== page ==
From the Back Cover
Two brown girls dream of being dancers- but only one, Tracey, has talent. The other has ideas: about rhythm and time, about black bodies and black music, what constitutes a tribe, or makes a person truly free. It’s a close but complicated childhood friendship that ends abruptly, never to be revisited, but never quite forgotten, either.
Tracey makes it to the chorus line but struggles with adult life, while her friend leaves the old neighborhood behind. The story moves from London to West Africa, where diaspora tourists travel back in time to find their roots, the women dance just like Tracey–the same twists, the same shakes–and the origins of a profound inequality are not a matter of distant history, but a present dance to the music of time.
Alas, I am no longer a virgin to the Zadie Smith novel. SWING TIME wasn’t my first exposure to Zadie, that was “The Waiter’s Wife” back in the spring for my British Literature class. Yet, everyone warned me not to start with SWING TIME, that it was Smith’s worst novel, that it fell flat in comparison to something like WHITE TEETH, but I was instantly taken by it and I knew I hadn’t made a mistake.
“I really felt that if I could dance like Tracey I would never want for anything else in this world. Other girls had rhythm in their limbs, some had it in their hips or their little backsides, but she had rhythm in individual ligaments, probably in individual cells.”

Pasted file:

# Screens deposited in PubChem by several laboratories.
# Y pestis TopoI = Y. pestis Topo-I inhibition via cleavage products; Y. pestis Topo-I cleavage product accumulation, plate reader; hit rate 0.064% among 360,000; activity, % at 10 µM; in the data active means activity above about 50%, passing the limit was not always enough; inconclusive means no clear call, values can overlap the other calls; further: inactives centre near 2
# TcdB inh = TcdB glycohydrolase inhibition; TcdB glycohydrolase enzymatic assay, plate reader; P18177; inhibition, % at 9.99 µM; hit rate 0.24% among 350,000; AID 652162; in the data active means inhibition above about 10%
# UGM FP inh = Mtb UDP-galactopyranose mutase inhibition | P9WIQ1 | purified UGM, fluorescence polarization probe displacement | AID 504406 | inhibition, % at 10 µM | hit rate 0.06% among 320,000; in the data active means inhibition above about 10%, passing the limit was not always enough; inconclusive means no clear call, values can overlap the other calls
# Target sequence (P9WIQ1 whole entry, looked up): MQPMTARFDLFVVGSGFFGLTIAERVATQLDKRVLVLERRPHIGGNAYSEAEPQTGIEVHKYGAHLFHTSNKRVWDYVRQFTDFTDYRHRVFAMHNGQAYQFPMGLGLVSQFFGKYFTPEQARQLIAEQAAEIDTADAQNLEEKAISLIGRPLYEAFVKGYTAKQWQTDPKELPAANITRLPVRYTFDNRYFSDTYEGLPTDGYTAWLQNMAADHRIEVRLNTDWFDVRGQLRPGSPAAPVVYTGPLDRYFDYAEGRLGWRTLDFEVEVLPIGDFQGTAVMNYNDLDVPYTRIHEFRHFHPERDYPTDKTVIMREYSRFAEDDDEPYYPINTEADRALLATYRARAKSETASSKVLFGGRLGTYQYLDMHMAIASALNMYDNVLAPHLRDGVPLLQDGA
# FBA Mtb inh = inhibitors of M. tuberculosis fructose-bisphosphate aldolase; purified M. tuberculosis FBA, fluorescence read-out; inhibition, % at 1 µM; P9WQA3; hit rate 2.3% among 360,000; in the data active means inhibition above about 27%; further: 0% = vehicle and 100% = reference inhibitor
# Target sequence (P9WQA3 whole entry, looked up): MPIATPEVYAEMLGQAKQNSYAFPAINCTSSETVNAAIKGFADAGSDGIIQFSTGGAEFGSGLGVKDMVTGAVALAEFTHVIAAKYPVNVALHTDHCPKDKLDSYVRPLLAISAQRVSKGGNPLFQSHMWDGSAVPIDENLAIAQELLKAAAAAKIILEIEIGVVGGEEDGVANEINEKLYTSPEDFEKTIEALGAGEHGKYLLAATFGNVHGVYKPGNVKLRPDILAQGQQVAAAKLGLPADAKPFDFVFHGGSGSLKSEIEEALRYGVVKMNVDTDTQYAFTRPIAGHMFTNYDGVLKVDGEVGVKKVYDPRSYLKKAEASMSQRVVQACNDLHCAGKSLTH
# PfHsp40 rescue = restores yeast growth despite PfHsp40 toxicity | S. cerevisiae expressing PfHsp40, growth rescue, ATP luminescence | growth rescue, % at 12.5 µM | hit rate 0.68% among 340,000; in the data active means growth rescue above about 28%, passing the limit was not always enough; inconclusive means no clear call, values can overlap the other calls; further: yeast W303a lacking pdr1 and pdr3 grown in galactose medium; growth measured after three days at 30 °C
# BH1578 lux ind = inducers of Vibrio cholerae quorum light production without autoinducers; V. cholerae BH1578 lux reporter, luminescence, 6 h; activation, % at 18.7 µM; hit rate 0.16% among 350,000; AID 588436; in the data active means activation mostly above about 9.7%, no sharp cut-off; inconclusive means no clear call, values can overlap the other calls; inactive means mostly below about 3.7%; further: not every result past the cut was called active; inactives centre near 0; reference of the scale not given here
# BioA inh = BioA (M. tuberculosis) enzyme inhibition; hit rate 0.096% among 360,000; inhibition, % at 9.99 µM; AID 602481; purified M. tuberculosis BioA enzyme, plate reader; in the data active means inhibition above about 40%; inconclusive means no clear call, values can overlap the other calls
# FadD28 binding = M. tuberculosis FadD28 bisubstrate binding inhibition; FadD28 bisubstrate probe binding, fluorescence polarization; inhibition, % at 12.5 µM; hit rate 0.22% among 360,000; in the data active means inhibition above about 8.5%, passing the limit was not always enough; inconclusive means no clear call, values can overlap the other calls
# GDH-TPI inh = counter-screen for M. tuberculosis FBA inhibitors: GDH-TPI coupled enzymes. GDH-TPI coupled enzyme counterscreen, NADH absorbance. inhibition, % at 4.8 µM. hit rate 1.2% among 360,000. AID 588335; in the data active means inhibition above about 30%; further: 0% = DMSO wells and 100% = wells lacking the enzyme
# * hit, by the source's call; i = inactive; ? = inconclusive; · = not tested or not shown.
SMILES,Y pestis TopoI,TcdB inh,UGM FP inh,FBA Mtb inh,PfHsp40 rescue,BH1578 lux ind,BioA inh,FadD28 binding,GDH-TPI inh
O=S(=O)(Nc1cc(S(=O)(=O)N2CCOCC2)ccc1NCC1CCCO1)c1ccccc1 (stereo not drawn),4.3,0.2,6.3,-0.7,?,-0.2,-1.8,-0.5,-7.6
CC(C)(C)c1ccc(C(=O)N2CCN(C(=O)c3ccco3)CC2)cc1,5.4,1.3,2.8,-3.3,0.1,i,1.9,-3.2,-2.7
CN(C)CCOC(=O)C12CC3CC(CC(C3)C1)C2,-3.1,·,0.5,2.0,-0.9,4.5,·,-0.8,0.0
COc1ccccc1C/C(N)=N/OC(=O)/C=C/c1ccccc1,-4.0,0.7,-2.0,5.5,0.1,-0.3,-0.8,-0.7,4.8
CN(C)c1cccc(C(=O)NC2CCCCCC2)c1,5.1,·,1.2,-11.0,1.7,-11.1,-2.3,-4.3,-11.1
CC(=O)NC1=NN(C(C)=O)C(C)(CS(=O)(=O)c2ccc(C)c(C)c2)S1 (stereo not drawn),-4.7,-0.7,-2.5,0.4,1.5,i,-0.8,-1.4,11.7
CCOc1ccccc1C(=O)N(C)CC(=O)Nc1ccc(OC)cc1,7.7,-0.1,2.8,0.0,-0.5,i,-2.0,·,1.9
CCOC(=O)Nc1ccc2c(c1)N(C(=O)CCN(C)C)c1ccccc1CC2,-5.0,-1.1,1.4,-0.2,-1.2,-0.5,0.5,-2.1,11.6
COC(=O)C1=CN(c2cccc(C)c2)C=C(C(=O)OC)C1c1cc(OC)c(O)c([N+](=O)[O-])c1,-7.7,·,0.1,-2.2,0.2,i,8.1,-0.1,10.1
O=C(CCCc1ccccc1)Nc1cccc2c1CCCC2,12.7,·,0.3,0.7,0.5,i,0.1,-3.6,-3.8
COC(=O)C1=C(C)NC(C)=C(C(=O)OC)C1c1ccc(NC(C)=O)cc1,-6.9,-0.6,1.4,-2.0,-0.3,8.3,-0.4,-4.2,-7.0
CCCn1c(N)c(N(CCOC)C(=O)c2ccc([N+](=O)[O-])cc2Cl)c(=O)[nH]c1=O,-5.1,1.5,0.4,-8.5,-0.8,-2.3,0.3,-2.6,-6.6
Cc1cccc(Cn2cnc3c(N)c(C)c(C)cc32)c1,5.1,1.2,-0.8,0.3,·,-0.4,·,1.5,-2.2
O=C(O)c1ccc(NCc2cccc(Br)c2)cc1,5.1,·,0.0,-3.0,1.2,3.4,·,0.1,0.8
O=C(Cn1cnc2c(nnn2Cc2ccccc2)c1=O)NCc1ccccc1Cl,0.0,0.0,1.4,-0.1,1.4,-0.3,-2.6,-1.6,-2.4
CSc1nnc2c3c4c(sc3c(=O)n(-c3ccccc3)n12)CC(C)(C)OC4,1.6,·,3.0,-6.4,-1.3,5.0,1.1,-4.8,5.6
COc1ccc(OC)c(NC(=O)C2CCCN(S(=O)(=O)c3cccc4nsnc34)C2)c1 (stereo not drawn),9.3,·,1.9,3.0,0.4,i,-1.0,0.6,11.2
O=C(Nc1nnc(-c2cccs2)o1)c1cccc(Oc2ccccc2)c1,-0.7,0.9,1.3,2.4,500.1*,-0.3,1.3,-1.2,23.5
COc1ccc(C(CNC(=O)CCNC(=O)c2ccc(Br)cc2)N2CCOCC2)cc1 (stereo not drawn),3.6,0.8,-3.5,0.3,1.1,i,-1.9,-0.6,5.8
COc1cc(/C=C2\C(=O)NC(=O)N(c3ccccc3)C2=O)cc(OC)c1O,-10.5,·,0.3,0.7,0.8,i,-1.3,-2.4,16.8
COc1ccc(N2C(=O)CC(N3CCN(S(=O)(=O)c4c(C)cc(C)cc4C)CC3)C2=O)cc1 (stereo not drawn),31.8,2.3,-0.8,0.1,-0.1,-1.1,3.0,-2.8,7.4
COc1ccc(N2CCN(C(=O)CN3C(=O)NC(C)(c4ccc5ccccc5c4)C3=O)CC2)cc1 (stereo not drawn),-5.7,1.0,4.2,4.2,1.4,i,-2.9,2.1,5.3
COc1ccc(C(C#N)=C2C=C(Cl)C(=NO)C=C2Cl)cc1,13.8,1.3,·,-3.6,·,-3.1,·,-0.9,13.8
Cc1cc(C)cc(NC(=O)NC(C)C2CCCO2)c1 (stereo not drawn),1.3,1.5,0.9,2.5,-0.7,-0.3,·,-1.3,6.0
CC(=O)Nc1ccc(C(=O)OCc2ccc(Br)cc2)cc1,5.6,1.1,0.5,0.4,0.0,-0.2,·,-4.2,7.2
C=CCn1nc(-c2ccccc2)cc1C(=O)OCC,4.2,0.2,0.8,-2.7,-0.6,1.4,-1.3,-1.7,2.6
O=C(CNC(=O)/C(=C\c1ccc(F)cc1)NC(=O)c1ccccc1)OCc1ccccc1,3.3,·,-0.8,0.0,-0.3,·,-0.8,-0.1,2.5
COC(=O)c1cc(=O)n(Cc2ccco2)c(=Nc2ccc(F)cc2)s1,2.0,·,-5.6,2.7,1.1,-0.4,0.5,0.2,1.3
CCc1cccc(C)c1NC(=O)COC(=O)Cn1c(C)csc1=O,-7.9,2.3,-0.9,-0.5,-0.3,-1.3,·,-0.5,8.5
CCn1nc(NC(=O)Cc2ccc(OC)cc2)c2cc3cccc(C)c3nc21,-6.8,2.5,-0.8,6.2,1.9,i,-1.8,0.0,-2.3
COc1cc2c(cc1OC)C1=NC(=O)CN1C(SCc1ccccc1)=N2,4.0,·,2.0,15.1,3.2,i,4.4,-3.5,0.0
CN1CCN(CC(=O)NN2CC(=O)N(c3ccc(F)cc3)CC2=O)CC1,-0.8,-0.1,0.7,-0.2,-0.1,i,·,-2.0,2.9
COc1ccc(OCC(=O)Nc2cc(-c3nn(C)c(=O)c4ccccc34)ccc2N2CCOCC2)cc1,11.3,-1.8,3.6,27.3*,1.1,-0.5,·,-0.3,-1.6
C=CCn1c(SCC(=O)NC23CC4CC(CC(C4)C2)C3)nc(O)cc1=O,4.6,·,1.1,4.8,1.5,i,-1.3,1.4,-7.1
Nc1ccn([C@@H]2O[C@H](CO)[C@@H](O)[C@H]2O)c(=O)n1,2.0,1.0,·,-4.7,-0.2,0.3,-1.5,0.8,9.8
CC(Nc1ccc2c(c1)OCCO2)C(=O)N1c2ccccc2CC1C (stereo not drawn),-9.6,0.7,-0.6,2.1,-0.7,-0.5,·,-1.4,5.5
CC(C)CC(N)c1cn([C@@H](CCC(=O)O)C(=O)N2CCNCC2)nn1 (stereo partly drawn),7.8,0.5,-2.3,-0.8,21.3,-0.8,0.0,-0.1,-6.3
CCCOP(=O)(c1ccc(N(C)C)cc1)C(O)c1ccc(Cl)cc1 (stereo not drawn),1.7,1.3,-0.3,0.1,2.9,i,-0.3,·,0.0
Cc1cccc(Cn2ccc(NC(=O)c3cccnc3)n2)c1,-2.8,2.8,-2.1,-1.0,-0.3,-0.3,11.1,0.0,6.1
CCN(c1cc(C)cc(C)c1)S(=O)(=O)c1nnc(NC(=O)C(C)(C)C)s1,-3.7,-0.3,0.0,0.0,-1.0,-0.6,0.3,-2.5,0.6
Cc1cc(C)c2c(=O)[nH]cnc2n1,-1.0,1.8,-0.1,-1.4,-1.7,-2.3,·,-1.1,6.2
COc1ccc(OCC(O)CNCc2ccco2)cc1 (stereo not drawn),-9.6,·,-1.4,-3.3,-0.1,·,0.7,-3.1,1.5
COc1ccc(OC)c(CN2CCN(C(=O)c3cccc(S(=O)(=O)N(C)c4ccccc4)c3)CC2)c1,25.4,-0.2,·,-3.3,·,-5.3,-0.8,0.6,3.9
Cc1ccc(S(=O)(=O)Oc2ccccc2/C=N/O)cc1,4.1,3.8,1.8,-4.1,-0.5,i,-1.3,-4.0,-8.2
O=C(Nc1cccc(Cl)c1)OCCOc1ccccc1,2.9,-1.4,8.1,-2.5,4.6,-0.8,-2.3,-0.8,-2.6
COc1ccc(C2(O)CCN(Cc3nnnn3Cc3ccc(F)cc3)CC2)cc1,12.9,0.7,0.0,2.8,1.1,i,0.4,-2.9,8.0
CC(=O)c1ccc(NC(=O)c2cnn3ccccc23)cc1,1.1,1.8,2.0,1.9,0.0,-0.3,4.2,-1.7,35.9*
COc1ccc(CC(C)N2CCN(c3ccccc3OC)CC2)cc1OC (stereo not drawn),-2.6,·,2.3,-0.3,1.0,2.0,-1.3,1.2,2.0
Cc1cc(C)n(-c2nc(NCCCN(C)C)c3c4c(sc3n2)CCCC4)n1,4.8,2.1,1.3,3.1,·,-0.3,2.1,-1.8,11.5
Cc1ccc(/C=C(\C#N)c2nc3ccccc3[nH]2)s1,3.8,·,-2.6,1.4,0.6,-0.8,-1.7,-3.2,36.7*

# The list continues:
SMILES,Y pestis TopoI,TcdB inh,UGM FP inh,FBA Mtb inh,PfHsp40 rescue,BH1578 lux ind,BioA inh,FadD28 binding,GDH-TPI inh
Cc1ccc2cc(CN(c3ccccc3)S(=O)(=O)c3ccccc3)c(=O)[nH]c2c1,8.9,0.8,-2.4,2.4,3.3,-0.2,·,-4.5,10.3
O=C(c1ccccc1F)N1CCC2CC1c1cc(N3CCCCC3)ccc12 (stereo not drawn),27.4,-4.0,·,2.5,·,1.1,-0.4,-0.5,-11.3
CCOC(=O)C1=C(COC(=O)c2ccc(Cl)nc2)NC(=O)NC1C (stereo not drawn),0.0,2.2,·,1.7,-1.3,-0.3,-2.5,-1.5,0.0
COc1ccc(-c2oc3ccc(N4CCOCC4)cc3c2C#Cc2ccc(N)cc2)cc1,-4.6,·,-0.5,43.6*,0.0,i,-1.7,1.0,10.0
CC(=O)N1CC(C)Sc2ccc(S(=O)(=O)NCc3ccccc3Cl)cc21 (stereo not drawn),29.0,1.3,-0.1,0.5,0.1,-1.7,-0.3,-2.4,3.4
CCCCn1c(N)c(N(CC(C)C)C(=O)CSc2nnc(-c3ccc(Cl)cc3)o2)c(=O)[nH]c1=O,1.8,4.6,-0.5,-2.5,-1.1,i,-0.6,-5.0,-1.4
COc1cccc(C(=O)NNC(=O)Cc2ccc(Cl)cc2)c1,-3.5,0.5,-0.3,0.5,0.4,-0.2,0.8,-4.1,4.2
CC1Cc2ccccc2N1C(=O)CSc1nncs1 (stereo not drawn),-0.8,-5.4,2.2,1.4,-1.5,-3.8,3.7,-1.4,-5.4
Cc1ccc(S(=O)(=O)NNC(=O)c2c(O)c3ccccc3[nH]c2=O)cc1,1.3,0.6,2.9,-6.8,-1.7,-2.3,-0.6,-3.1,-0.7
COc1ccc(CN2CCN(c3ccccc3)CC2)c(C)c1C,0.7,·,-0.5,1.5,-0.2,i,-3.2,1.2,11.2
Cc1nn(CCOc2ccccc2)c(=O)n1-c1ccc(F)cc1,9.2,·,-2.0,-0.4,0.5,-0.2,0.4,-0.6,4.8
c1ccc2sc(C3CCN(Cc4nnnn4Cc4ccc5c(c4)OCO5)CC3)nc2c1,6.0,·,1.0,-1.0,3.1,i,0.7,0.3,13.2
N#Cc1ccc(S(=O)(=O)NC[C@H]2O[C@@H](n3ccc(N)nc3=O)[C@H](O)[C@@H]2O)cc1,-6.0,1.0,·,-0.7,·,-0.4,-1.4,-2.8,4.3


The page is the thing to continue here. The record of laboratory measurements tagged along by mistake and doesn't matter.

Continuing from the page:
SWING TIME is carefully written; every word is deserving of its place on the page. Smith explores ideas involving race, sex, and class through the context of song and dance. Through the course of the novel, there are really two stories by told: the first of the unnamed narrator’s childhood with her best friend Tracey, and the second of the narrator’s adulthood working as an assistant to a Madonna-type pop star. The former I found to be especially engaging, though the latter could have used a serious edit. As a whole, the narrative alternates swiftly between the two timeliness, and the nonlinear structure is successful in reaching a gripping conclusion: a conclusion that is Dramatic with a capital D. The novel’s conclusion also brings the conclusion to the narrator’s friendship with Tracey, and in that sense SWING TIME really comes full circle. It is very much a tale of friendship and fate, of womanhood and motherhood.
“The only thing I could see through my tinted window did not appear to surprise or alarm her, and when I made some reference to it in the few minutes we were together, standing on the gangway, watching our cars roll on to the spookily empty ferry and her children run delightedly up the cast-iron steps, to the upper deck, she turned to me and snapped: ‘Jesus Christ, if you’re gonna be shocked by every fucking sign of poverty you see here, this is going to be a mighty long trip. You’re in Africa!’ Just as if I’d asked why is was light outside and been told: ‘It’s daytime!'”
As a former dancer with a similar inclination toward tap and ballet, I felt a special connection to Smith’s narrator, one that made me miss my leotard and tights. If SWING TIME is Smith’s worst, consider me astonished, as I add the rest of her library to my to-read pile and eagerly run to the bookstore for a copy of WHITE TEETH.
“Nameless and Undefined: On Zadie Smith’s Swing Time“ by Kaila Philo, The Millions
“Race, Gender, and Celebrity Meet on a Global Stage in Zadie Smith’s Bold New Novel” by Megan O’Grady, Vogue.